March 11th, or 3-11. My said-son's birthday is two days later. In the hallway in the ICU steps from where my dad lay dying, I was booking my son's fifth birthday party. Amid the monitor beeps, I pre-ordered food at McDonalds' Playground. Death and food, death and celebration were intertwined like some modern fertility-death-rebirth rite. Life Goes On. And on. The Circle of Life isn't static like a piece of stone. It's ever-present and active, constant in its churning, circling and spiraling. The joy and relief I felt five years prior with the birth of my son was now loop de-looping with grief and sorrow, intensity on the other spectrum of experiences and emotions. This bundle of conflicting emotions marks the season for me. The human part of me, the part that wants easy, instant gratification and pleasure is almost annoyed by the emotional memories. Can't I just buy a birthday cake without subtle, uncomfortable feelings emerging? It's inescapable though - all subsequent March 11ths and the days around them have been shaped and colored by the memory and the experience.
In the days immediately after his passing I saw all his childhood and young adult photos for the first time; I didn't even know this treasure trove of artifacts existed. The only memories he shared were verbal and those were the mostly happy ones. But in some photos I could see the sadness in the eyes, his exhaustion, his disappointment. The challenges he spoke about in passing over the years were now vivid to me. Something happened: I saw him almost for the first time, the 5-D man: his thoughts and his feelings, and how they shaped the parent he would later become.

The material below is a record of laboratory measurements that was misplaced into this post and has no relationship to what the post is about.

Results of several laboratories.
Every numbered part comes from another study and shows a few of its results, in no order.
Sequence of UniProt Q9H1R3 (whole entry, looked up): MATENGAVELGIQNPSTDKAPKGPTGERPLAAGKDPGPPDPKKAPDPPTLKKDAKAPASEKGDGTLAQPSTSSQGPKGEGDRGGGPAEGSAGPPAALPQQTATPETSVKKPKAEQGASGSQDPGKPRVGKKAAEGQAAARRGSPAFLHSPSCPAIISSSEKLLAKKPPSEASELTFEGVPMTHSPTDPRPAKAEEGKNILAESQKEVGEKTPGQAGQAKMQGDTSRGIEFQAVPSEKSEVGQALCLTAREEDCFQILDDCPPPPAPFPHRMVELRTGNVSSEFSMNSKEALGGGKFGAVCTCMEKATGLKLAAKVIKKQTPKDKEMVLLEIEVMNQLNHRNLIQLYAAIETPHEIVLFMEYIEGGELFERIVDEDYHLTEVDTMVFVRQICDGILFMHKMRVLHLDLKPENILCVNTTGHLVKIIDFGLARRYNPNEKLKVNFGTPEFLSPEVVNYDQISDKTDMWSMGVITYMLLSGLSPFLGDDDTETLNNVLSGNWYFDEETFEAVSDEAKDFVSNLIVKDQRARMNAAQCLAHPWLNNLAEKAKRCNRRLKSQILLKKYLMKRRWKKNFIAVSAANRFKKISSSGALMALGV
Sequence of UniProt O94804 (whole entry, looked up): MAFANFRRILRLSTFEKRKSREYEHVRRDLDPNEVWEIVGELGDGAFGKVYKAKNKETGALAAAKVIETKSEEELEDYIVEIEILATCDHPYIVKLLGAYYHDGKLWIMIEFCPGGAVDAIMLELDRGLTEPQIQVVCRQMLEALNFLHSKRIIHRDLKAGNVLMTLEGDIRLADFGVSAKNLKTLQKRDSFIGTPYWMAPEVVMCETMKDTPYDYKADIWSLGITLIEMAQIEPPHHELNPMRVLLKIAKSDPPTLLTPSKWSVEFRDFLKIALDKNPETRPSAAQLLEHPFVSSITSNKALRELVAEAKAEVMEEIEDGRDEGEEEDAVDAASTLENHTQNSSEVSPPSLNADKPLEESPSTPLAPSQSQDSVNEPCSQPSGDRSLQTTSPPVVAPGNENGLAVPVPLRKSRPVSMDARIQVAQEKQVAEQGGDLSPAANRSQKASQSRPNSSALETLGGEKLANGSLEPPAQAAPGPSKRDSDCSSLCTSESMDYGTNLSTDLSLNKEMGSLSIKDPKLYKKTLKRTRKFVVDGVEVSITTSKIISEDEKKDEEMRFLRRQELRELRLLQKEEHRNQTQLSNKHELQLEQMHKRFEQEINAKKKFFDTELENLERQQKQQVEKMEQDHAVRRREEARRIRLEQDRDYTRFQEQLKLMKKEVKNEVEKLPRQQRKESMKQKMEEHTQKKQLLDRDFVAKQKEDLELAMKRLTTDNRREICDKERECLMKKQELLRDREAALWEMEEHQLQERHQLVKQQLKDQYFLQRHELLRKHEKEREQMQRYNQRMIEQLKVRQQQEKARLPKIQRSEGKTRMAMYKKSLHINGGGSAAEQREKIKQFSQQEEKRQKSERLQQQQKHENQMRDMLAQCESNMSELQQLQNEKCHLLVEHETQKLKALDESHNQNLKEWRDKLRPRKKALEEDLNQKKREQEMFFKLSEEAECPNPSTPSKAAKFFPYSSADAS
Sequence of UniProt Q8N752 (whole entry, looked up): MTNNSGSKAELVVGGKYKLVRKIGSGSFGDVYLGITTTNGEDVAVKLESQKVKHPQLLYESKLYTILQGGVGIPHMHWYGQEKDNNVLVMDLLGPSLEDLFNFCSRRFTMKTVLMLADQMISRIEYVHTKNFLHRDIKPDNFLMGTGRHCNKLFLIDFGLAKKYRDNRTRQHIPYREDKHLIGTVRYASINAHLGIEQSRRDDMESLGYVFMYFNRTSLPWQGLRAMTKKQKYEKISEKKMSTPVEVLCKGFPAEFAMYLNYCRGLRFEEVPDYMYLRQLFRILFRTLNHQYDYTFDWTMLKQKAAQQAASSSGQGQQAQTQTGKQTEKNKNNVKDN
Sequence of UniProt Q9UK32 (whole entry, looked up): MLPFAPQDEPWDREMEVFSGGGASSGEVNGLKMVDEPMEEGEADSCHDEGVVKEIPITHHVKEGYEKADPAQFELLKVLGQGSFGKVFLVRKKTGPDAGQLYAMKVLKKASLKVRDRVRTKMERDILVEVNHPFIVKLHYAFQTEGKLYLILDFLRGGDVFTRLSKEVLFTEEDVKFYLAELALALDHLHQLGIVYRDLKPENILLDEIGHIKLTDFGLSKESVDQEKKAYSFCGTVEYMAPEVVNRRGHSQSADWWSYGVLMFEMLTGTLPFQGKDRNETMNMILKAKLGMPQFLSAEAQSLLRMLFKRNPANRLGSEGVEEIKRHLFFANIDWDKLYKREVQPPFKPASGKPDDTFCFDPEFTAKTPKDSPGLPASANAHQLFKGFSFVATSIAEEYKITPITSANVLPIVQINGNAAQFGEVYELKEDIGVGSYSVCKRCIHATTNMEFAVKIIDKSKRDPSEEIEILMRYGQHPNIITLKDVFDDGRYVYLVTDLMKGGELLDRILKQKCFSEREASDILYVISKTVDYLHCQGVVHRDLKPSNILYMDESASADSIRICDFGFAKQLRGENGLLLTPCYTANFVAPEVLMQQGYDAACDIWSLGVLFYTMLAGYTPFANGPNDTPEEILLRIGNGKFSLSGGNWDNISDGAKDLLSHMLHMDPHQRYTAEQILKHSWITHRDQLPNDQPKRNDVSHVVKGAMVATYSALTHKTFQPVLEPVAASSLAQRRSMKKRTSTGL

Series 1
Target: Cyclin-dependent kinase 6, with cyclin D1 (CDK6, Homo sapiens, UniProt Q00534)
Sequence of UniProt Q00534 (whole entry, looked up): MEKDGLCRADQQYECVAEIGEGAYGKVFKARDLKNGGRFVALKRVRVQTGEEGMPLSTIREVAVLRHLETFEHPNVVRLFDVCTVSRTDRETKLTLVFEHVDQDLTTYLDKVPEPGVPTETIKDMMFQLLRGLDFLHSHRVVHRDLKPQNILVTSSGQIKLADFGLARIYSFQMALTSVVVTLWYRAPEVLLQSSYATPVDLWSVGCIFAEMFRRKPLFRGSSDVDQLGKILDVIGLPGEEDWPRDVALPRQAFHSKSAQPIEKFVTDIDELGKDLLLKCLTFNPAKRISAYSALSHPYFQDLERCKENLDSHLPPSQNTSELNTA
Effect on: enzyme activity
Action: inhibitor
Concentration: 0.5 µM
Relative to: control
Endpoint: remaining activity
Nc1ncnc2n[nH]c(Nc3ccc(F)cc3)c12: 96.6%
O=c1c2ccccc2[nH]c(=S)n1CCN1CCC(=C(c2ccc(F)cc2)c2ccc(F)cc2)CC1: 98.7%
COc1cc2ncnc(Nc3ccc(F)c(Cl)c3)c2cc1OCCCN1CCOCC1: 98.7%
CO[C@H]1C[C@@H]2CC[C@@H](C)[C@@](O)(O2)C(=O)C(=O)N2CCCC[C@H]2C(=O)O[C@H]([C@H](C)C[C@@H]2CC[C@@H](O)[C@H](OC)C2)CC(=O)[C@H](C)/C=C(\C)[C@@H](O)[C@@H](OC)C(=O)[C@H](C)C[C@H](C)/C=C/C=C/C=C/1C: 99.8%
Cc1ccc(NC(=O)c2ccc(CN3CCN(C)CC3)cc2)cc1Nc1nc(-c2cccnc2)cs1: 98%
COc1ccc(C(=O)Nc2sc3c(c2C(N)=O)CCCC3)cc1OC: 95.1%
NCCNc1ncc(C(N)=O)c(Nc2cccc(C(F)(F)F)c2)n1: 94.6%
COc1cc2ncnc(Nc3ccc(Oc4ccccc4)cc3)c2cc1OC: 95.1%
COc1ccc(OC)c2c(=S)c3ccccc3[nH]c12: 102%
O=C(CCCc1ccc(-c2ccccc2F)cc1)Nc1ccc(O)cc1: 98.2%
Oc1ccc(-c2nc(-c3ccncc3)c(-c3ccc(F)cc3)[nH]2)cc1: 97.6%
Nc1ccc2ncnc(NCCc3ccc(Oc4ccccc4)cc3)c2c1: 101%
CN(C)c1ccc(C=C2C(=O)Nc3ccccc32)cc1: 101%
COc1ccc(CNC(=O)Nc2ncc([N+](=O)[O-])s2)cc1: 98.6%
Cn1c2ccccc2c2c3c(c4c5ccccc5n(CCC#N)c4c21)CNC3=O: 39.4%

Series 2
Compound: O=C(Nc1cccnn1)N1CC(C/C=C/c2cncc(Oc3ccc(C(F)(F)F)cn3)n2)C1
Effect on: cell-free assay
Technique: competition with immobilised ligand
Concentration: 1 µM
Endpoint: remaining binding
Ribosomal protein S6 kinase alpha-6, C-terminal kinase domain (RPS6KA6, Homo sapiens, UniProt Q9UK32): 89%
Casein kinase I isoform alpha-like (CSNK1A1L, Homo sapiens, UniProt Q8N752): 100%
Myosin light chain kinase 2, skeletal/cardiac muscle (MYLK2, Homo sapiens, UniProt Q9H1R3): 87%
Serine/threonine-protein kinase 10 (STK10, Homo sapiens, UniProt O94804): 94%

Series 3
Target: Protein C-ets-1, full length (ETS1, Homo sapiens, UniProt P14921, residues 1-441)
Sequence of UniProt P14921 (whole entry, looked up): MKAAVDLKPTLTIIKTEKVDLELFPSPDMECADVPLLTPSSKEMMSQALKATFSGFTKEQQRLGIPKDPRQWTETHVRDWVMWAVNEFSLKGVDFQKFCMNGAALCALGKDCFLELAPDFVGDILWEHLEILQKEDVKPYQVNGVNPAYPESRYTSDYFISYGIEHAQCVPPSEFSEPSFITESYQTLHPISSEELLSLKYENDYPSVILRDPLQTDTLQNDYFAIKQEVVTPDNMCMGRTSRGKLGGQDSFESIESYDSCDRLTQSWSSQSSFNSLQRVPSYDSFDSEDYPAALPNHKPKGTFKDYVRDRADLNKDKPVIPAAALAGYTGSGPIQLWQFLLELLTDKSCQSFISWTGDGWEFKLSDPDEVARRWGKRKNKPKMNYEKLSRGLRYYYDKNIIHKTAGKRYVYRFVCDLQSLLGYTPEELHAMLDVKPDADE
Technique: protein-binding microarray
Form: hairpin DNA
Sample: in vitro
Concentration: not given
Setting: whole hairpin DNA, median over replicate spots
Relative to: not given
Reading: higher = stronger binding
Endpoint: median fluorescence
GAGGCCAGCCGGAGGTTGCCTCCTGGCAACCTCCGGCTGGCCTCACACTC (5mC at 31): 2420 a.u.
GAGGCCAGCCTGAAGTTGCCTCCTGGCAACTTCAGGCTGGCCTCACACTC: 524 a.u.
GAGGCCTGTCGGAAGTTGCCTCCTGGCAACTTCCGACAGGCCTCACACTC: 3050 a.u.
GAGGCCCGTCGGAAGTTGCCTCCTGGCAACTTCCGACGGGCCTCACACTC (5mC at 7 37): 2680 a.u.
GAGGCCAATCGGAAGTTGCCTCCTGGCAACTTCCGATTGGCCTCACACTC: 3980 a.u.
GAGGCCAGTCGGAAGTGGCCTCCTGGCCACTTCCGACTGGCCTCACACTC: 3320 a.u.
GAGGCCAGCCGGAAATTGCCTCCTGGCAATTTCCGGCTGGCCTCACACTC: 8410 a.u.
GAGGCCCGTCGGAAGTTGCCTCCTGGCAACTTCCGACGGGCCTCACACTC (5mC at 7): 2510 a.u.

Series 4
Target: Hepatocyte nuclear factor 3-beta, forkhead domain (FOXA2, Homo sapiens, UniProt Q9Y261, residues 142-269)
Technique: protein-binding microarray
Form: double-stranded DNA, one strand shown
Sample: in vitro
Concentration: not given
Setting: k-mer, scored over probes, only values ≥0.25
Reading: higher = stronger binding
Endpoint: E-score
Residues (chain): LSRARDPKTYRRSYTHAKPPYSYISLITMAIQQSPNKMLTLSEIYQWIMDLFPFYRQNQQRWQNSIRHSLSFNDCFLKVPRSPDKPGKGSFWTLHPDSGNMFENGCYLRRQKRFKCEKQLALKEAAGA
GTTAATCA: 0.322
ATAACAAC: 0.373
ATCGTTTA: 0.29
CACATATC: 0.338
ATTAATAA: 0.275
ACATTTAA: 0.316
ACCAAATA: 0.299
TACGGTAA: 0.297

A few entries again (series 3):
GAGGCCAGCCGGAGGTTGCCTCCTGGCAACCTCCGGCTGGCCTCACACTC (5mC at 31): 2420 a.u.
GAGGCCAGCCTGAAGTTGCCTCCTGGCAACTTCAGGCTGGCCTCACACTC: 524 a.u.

Only recently another dimension emerged in the Spiral of Life: I could I see how my yoga practice and work had been influenced by him. On the surface, he was an unlikely role model in this regard: a man of the mind, of the intellect, a lawyer and a judge. He wanted to be a role model to me in these attributes and made no secret of that. But his worldly roles, his career, and his identity obscured a deep love and respect for the human body that came through in weight-lifting and body-building. For the first time, I could see how we each had very "mental" careers while fulfilling our "physical" vocations, or working with the body as tool for meditation and transformation.